NC Voter Guide 2020: Here’s What You Need To Know If You Haven’t Voted Yet

NC Voter Guide 2020: Here’s What You Need To Know If You Haven’t Voted Yet

In case you hadn’t heard by now, elections are already happening. Early voting started last week, and Election Day is a couple of weeks from now. Do you need an NC voter guide? We’ve got you covered.

The race for the White House (between Republicans President Donald Trump and Vice President Mike Pence and Democrats former Vice President Joe Biden and Sen. Kamala Harris) naturally grabs all the headlines and sucks a majority of the available bandwidth in our brains. But there are plenty of congressional, state and judicial races that are just as important.

We’re gonna take a few minutes to go over how to vote early, how to vote on Election Day, who’s running for what office, and what you need to know about the races. 

So, let’s get into it:

The When and the What

Early Voting window: Oct. 15-31 (8 a.m.-7:30 p.m.) 

Election Day: Nov. 3 (6:30 a.m.-7:30 p.m.)

What if I missed the Oct. 9 registration deadline?

Check the Voter Search Tool on the State Board of Elections to verify that you are registered to vote. If you aren’t, that’s OK. 

North Carolina residents can register during the early voting window at polling sites and vote on the same day. 

To register through the one-stop early voting process, a North Carolina citizen needs to fill out a voter registration application and provide any of the following at the polling site: 

  • North Carolina drivers license
  • photo ID from a government agency with the correct name and current address
  • a utility bill, bank statement, paycheck, government check or another government document with the voter’s name and address

For college students in the state, you can register using a college photo ID and proof that you live on campus.

What is the process for absentee ballots?

You simply need to request an absentee ballot from the state Board of Elections. The deadline for requesting absentee ballots is 5 p.m. on Oct. 27. 

Ballots can be returned either by mail or by physically taking them to an early voting site. If you are mailing in a ballot, it must be postmarked for Nov. 3 or any date before and the state needs to receive it no later than Nov. 12.

The usual deadline for the state to receive an absentee ballot is three days after the general election. According to a story from Politico, the State Board of Elections extended the deadline to nine days after election day this year because a higher number of absentee ballots have been requested due to the Covid-19 pandemic.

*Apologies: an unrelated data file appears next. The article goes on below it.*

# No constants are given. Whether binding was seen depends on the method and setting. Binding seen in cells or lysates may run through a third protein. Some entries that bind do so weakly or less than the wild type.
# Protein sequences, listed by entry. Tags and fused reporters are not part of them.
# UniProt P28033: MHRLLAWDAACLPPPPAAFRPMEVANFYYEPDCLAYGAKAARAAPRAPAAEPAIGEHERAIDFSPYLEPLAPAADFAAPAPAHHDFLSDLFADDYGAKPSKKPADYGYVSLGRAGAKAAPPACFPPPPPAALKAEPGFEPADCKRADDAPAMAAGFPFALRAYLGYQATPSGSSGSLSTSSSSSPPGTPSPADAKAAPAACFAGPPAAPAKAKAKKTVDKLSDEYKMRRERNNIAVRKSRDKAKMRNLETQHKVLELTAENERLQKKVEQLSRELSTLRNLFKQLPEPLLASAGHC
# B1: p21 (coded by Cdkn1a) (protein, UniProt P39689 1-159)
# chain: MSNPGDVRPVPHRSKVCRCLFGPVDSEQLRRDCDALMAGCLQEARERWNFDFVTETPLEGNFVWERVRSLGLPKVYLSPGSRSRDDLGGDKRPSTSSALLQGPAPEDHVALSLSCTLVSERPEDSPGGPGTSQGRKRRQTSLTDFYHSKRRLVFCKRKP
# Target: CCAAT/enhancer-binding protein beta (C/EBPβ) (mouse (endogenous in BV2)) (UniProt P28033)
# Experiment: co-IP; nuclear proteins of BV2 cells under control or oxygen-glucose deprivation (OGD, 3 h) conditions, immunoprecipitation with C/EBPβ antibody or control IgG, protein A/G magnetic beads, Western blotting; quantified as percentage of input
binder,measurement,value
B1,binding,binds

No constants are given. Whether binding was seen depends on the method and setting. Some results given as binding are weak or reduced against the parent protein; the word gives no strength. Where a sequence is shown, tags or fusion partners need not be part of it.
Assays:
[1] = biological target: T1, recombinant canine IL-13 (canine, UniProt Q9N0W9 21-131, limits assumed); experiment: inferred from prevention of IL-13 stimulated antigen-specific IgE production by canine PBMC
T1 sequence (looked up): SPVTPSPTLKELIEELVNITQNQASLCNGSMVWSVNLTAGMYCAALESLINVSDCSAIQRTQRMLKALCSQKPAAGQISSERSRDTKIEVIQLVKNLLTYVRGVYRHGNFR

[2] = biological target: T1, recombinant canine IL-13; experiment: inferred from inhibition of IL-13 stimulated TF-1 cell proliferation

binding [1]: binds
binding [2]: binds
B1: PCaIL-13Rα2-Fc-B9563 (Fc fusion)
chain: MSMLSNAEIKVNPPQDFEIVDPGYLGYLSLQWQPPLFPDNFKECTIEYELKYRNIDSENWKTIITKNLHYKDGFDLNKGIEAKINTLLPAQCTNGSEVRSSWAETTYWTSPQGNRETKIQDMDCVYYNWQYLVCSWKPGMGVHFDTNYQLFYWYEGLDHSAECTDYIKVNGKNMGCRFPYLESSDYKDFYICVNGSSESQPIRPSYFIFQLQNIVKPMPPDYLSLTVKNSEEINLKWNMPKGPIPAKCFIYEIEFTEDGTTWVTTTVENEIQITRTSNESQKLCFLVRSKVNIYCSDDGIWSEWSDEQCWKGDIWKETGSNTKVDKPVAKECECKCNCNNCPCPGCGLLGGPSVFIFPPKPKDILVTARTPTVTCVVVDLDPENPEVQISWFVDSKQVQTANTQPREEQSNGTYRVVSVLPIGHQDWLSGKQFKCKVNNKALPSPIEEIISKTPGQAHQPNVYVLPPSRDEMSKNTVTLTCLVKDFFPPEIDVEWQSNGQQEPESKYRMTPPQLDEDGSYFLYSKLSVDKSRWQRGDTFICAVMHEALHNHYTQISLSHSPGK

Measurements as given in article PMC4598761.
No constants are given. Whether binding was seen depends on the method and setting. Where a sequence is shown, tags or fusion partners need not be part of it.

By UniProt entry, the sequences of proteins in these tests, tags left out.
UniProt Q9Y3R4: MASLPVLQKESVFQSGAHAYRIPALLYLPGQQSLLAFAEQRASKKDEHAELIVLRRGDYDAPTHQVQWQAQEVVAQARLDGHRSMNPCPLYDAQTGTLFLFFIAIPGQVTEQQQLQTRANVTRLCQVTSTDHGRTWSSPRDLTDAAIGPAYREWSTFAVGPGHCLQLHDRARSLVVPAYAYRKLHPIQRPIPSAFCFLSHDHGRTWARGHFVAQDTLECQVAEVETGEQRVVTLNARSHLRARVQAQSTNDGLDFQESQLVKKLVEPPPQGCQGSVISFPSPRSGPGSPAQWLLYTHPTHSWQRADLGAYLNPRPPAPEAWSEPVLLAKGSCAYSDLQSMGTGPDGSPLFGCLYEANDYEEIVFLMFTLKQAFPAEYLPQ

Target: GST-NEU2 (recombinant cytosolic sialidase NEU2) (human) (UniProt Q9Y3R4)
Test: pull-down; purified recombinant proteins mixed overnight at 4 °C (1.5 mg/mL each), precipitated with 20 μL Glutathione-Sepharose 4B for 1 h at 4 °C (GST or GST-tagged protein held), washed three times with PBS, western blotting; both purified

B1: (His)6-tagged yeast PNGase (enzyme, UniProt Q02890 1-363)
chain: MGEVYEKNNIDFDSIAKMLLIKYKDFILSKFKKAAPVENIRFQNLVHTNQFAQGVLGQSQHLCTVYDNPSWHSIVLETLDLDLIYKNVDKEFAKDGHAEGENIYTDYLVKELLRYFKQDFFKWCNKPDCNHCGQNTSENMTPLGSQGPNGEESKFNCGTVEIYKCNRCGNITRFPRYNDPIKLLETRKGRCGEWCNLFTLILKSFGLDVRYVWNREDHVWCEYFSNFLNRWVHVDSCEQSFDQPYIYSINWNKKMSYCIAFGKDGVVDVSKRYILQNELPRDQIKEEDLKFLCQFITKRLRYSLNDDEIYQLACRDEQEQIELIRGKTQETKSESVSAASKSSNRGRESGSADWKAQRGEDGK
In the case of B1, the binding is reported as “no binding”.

Republican leaders sought to reinstate the three-days-after deadline, but a 12-3 decision from the 4th U.S. Circuit Court of Appeals on Tuesday denied that request.

There are multiple methods available for voters to track their absentee ballots online.

How many ballots have been cast?

The State Board of Elections website offers daily updates about the number of registered voters, ballots cast through early voting, requests made for absentee ballots, absentee ballots cast.

A check on those numbers early Oct. 21 provided the following information:

Registered voters: 7,308,235

One-stop early voting ballots cast: 1,416,900

Absentee ballots requested: 1,386,489

Absentee ballots cast: 658,084

Image courtesy of René DeAnda on Unsplash.

National Races

President-Vice President

Who’s running: President Donald Trump-Vice President Mike Pence (Republican); Vice President Joe Biden-Sen. Kamala Harris (Democrat); Don Blankenship-William Mohr (Constitution); Howie Hawkins-Angela Walker (Green); Jo Jorgenson-Jeremy Cohen (Libertarian)

What you need to know: Honestly, there isn’t enough room to tell you what you need to know about the candidates in this race. What there is enough room for is this: the 2020 presidential election feels like the most important presidential election in the lifetimes of a lot of Americans.

U.S. Senate

Who’s running: Sen. Thom Tillis (Republican); Cal Cunningham (Democrat); Shannon Bray (Libertarian); Kevin Hayes (Constitution)

What you need to know: A lot has happened in this race a few weeks ago. Tillis announced he tested positive for Covid-19, and it was discovered Cunningham had an extramarital affair.

Polls found on FiveThirtyEight and Real Clear Politics show Cunningham leads Tillis, but we know now that polls are just snapshots in time and never should be used to predict the outcome of an election.

U.S. House of Representatives

Who’s running: Too many to list, but 30 people are running for North Carolina’s 13 seats in the House of Representatives.